What Makes Employees Want to Stay (or Leave)
Regardless of the job you are in, the number one purpose of working is to make a living. However, if everyone has to earn a living, why do others still choose to leave their jobs?
What makes employees stay might be the same reason they want to leave as well. According to the book, Winning with People by John Maxwell, it’s not always about the money; it’s about the people, too. Reasons could be, but not limited to, cultural differences, financial stability, or even a small misunderstanding, can hinder both employee and employer’s strong working relationship. So, let us present some confirmation on what makes employees stay and leave.
Work environment is a spectrum of debatable topics like co-worker, culture, proximity, and salary rate, just to name a few. In addition, people are never content when it comes to attaining careers unless they find something they are truly happy and passionate about.
In an article written by Steven Kotler, a co-founder and director of Flow Genome Project, companies must create a work environment that is “flowing.” He defined it as an “optimal state of consciousness, a peak state where we both feel our best and perform our best.” In a nutshell, the workplace should be motivating and engaging to keep everyone happy. A company should be able to affirm their employees’ mental, physical, and emotional needs. Employees, on the other hand, should give their full commitment and time, by giving an outstanding performance.
Essentially, if we are happy, we give our best. If we feel otherwise, we start to falter and start justifying our feelings (toward work). As a result, we leave the company by finding other “happier” opportunities.
Company’s Culture and Stability
As shared by HBR.org, employees are more productive if they work from home. Logically speaking, it’s true, simply because they don’t need to put up with the company’s gossip and politics. Company culture is the reflection of your good business standing in the market. Your stability defines great camaraderie, transparency, and proper communication channeling.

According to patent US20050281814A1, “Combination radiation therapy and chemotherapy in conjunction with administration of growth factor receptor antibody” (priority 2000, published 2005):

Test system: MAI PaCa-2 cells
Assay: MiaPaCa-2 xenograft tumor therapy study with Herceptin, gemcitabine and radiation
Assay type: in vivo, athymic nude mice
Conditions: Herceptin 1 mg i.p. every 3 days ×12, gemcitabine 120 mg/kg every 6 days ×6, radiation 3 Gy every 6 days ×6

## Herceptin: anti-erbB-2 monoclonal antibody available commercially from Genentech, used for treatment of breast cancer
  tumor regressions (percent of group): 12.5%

The predicament comes in when one gets pressured over rumors – that can result to humiliation. If you hit someone’s ego, the outcome will never be a good one. Sense of belonging is indeed important. If we feel that we belong and our thoughts matter to the company we work for, the attrition rate would drastically change in no time!
Complacent Zones and Policies
A good friend from the HR department once told me: If the employee isn’t promoted even after rendering an outstanding performance, it’s either of two things. He doesn’t want to get promoted, or the company doesn’t see his worth. More often than not, it is the company who overlooks great employees due to being complacent. Complacency takes place if the company is not innovative and just follows policies that require repetitive tasks.
It was Patrick Hollingworth, a Perth-based motivational leadership and teamwork speaker, who said that stepping out of your comfort zone, is the only way to bring out the best in you. And this is what exactly happens to employees (or most of us) if they feel neglected; they go out of their comfort zones and quest on other greener pastures.
Salary and Benefits
People often tag money, as root of all evil or it can’t buy happiness. However, if the employer cannot afford bonuses, health cards, and other perks, or simply cannot afford to pay someone who is willing to go an extra mile, workers won’t think twice to drop you like a bad habit! On the contrary, getting paid well doesn’t mean you’re being treated well. Most of the employers expect you to go beyond your scope and would soon create conflict – and leave the company, eventually.
Great minds think alike. Employers should be able to think like their employees and vice-versa. There is no other way to have your business prosper but to build a win-win relationship.
Both should start off on a good note and maintain the healthy and happy camaraderie-working environment.
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